In the morning of 18th October, our active class Sexta B met at the train station and we set up for a trip to our capital. Our main goal was to see the masterpiece of Alfons Mucha “Slavonic Epopoeia”. After three stops of the subway we ended up in front of Veletržní Palác.

Everything began here. We were surrounded by 20 pieces of art which symbolize not only the history of our country but also the history of all Slavonic nations. Mucha was working on this magnificent piece of art for long 18 years at Chateau Zbiroh. Our guide, little by little, led us into all hidden secrets of these pictures.  The first picture provided two farmers dressed in white as a symbol of defencelessness, levitating priest with a girl as a symbol of peace and a red shining boy as symbol of justified was. Fascinated we passed the pictures “Slavnost Svantovíta, Car Simeon and Štěpán Dušan”, where we were in the middle of the Serbian Tsar coronation.

“Mr. Jan Hus Sermon” is a complete theatre play. The Chapel is full of people and we are fascinated by a monumental vault. All people, life sized, are patiently listening to the sermon of a passionate wise Mr. Jan Hus, who doesn´t even seen to be the main character of the picture – small, dressed in black, above his students who are writing everything he is saying.  Straight on the first look you can notice Queen Žofie and her maid of honor. Mucha is said to make her portrait according to his wife. All figures are in shade. The only illuminated figure of the picture is a common unknown woman surrounded by two children. The white veil with colorful linings could be a symbol of innocence and pure love of a mother to her children, but also her fears about their future. This symbol occurs quite often in Mucha´s painting as well as an old man surrounded by small curious boys. The next picture is “Po bitvě u Grunwaldu” portraiting king Wladislaus II as he feels really sorry about deaths of the battle instead of celebrating the victory. In front of the picture there are several death bodies but you cannot find blood there. Mucha hated blood so instead he painted white linen to cover the bodies.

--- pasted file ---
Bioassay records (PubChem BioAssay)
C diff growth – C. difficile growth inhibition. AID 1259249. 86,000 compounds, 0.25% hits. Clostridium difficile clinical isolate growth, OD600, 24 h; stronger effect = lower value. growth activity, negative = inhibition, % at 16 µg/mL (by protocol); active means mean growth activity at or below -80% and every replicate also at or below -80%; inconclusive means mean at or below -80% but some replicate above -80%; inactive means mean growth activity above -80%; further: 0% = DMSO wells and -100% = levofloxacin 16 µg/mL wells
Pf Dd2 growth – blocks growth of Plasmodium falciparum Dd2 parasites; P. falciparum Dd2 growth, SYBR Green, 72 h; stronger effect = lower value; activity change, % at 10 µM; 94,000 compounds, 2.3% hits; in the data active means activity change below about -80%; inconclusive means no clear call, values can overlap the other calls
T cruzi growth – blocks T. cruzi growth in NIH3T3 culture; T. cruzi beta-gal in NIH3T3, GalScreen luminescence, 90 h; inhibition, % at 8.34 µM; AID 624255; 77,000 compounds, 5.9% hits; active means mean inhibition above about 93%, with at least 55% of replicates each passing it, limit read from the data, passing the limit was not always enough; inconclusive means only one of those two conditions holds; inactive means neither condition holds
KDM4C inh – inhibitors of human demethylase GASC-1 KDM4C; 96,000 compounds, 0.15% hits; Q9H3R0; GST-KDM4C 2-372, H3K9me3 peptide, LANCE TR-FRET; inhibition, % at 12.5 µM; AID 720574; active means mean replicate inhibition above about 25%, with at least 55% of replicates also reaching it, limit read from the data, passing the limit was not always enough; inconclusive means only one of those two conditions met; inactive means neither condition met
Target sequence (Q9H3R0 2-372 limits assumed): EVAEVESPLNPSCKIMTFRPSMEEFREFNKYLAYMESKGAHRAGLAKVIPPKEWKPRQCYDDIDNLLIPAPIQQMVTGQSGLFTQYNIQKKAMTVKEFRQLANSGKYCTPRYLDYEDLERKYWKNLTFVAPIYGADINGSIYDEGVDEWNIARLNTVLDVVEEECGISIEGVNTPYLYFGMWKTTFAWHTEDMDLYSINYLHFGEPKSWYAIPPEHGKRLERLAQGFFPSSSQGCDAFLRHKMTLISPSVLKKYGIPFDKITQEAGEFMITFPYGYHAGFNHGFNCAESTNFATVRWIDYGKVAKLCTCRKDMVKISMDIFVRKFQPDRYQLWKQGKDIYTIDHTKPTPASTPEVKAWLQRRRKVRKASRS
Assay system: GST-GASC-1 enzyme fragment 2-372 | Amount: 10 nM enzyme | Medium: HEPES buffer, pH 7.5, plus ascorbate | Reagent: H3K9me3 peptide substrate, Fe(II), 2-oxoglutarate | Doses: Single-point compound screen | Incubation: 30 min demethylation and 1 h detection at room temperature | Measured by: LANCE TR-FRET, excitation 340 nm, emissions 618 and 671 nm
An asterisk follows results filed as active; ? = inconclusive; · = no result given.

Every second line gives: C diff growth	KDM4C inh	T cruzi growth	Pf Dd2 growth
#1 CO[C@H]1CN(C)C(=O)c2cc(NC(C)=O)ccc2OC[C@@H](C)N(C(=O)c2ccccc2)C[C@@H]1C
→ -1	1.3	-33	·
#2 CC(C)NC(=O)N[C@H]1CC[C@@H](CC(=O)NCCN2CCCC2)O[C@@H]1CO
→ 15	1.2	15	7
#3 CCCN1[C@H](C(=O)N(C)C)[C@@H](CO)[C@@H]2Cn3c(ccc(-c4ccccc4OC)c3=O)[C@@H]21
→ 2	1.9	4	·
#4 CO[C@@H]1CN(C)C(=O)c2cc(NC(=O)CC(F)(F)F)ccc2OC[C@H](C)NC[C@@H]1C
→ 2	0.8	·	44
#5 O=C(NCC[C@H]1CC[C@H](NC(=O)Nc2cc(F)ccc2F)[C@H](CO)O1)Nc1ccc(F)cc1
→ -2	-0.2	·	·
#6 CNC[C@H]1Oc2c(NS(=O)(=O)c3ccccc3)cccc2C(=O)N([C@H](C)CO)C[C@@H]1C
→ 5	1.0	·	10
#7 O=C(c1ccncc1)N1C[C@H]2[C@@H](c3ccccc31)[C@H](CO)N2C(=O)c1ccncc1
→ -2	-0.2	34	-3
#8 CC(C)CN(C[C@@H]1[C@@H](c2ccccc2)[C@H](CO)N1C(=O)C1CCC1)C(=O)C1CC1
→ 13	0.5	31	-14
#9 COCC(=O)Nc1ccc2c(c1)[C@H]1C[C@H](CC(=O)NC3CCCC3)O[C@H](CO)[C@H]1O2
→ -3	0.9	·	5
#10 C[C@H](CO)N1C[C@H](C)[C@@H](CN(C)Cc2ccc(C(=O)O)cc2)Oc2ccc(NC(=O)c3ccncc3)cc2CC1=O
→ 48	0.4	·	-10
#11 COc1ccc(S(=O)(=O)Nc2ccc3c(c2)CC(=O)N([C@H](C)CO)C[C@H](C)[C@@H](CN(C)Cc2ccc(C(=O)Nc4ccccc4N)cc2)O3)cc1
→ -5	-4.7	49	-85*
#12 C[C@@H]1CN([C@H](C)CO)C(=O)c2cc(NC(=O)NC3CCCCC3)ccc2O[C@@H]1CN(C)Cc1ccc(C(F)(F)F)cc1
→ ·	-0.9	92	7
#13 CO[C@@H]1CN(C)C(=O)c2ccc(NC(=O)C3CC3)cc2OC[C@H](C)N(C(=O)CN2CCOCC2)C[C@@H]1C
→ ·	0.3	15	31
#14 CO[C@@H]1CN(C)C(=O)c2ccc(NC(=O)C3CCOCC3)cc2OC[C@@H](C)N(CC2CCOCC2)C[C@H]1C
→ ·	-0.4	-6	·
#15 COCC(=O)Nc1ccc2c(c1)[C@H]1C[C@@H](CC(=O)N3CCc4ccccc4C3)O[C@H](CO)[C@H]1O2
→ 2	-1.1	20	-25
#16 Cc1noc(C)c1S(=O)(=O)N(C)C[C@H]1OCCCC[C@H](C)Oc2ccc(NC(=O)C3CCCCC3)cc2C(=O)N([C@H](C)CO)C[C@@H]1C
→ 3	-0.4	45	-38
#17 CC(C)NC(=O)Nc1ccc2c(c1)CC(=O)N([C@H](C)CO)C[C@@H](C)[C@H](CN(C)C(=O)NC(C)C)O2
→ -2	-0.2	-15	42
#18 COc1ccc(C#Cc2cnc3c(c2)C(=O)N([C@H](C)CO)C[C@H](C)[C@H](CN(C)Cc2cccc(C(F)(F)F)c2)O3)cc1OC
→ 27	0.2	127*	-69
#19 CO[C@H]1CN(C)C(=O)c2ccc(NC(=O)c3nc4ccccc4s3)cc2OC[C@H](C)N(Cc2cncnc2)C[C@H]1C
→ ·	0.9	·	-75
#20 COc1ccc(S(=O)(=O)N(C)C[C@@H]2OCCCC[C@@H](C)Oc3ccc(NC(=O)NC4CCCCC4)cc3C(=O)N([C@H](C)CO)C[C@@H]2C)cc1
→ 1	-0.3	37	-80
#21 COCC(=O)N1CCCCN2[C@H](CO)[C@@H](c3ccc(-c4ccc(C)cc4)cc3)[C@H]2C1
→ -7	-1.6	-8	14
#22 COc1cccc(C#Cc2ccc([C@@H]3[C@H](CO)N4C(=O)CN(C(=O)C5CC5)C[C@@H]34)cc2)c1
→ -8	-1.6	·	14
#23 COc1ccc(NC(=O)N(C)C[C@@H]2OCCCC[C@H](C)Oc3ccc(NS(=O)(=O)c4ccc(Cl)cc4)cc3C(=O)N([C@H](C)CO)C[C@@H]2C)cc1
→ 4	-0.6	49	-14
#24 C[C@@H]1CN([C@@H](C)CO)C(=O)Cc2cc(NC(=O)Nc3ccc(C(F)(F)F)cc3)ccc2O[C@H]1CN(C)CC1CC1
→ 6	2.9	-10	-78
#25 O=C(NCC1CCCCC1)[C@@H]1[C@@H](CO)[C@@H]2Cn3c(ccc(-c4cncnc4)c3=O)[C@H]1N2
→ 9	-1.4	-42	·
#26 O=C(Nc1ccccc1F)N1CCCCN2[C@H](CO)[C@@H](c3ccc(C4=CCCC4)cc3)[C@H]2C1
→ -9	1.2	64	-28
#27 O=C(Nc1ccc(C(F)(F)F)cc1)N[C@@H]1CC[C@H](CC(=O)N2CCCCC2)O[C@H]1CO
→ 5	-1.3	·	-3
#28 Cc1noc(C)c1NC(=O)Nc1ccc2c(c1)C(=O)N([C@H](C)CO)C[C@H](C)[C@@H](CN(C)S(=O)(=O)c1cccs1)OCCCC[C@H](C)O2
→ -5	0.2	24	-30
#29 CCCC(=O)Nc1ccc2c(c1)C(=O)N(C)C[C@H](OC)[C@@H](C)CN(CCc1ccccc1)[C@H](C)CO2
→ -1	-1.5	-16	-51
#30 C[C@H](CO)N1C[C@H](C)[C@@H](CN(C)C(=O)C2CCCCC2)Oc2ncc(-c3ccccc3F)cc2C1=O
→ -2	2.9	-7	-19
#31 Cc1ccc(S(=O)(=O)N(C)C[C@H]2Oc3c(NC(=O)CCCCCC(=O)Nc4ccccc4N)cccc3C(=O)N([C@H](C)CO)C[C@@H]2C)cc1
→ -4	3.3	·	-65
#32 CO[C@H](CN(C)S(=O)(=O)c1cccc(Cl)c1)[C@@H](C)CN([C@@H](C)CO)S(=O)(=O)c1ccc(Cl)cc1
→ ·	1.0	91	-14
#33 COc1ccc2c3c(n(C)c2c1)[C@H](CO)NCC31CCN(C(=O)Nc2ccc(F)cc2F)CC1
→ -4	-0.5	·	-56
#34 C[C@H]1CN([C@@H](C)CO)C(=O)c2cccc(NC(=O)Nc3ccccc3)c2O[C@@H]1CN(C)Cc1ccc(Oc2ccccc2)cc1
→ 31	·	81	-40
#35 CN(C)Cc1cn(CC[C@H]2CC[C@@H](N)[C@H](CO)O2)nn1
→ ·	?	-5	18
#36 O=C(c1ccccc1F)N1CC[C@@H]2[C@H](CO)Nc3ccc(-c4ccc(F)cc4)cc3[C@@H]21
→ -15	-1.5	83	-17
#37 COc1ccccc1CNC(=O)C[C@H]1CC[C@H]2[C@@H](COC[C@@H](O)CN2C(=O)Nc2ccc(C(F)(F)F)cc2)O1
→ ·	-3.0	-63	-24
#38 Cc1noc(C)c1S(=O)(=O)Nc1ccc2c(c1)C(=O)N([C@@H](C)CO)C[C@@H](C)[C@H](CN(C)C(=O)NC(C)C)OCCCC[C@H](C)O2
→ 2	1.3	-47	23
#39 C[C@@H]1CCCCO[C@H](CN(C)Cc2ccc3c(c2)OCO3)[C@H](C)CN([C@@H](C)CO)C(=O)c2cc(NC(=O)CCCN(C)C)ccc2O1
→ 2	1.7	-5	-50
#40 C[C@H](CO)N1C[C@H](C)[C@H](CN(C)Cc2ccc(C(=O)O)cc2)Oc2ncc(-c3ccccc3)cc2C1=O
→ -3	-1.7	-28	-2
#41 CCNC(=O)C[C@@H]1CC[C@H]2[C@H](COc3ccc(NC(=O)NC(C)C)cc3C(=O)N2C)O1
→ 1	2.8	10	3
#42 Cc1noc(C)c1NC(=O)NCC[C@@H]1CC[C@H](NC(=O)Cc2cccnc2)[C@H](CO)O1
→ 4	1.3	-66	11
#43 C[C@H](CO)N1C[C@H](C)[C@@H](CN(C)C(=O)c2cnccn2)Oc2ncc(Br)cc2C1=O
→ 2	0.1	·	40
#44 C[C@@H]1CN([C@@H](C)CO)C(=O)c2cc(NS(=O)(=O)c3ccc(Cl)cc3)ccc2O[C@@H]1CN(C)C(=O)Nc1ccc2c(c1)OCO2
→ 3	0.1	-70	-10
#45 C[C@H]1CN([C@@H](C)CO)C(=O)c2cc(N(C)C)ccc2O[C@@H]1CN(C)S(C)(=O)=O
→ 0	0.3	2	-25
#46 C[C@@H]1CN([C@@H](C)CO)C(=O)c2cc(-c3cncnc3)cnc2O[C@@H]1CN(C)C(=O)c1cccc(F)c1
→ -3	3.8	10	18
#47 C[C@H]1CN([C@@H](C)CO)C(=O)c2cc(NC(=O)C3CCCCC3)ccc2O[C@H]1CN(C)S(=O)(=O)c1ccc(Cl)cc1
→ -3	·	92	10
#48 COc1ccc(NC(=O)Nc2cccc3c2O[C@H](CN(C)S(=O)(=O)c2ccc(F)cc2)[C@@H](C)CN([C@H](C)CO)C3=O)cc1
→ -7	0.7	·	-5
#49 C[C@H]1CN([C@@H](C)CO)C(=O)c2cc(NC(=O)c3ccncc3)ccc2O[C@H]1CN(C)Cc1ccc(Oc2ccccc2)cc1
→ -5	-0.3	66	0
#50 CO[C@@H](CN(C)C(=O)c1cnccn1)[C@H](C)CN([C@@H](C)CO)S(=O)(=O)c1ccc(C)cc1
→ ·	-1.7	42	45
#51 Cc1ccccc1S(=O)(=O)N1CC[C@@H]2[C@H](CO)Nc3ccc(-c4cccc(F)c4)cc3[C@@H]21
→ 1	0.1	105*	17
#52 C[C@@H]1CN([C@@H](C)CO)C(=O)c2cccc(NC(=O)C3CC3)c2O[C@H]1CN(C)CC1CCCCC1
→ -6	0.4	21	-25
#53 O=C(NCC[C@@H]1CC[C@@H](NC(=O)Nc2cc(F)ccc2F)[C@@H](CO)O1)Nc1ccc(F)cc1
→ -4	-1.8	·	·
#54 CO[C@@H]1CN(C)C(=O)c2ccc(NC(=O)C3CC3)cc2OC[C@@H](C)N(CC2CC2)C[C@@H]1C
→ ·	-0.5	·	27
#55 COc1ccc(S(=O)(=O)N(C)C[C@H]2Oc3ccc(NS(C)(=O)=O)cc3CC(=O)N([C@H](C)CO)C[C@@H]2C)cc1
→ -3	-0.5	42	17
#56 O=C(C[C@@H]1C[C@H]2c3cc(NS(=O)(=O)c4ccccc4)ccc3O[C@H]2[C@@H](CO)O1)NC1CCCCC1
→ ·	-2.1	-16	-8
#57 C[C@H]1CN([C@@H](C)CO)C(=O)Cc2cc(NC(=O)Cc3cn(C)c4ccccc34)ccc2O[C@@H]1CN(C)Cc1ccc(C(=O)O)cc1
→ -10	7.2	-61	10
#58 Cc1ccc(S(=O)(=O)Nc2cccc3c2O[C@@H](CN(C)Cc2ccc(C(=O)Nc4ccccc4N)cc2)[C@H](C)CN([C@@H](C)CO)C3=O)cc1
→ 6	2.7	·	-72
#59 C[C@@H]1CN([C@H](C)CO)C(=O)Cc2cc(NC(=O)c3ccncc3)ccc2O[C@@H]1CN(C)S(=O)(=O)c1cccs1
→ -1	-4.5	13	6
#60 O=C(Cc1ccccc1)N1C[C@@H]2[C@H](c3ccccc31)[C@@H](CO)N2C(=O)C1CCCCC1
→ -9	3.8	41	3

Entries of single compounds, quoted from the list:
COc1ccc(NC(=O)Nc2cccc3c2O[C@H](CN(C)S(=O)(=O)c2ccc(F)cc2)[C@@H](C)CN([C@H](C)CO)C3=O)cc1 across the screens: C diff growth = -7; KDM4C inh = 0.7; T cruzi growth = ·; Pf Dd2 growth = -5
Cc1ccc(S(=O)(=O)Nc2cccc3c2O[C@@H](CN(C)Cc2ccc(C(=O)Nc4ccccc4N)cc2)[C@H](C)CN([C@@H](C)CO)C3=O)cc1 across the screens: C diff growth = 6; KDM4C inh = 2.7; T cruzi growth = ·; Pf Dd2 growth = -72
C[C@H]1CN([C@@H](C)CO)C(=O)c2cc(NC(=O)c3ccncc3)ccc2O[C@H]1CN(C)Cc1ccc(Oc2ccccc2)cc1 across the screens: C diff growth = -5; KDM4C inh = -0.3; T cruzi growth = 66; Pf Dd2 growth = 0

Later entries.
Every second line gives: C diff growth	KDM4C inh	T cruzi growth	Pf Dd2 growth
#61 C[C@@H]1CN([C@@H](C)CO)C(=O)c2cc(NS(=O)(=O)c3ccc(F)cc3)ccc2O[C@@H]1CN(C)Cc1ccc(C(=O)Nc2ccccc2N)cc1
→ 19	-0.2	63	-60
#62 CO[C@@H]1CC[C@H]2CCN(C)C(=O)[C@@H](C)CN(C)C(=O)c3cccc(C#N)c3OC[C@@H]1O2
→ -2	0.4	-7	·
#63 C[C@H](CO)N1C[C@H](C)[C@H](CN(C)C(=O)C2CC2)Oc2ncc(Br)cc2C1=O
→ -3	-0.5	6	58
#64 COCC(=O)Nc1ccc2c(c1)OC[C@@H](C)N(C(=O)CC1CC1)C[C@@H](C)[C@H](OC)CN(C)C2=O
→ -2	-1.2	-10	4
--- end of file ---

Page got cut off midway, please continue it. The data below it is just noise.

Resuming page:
Slowly we are approaching absolutely the best picture – “Jan Amos Komenský”. We were totally excited. The whole picture is veiled in grey. This might have caused us being more emotional. A small figure of dying Komensky on a sea shore, abandoned, alone, isolated from his students who are following him mourning him a lot. A widely shining lamp is a symbol of hope and immortality.

At the end of the tour we played a short game and we spent our last moments at the pictures which fascinated us most where we discussed the symbols. Then train and home…

The exhibition was really great not only for art lovers but also for history lovers. Unfortunately, we didn´t have enough time to look at all details of the pictures. I am very happy that I could see this masterpiece and I can strongly recommend to see it and do it quickly because the Epopoeia will stay in Prague till the end of the year and then the pictures are going to tour Asia.

 Free translation of Czech version written by Helena Dubinová, sexta B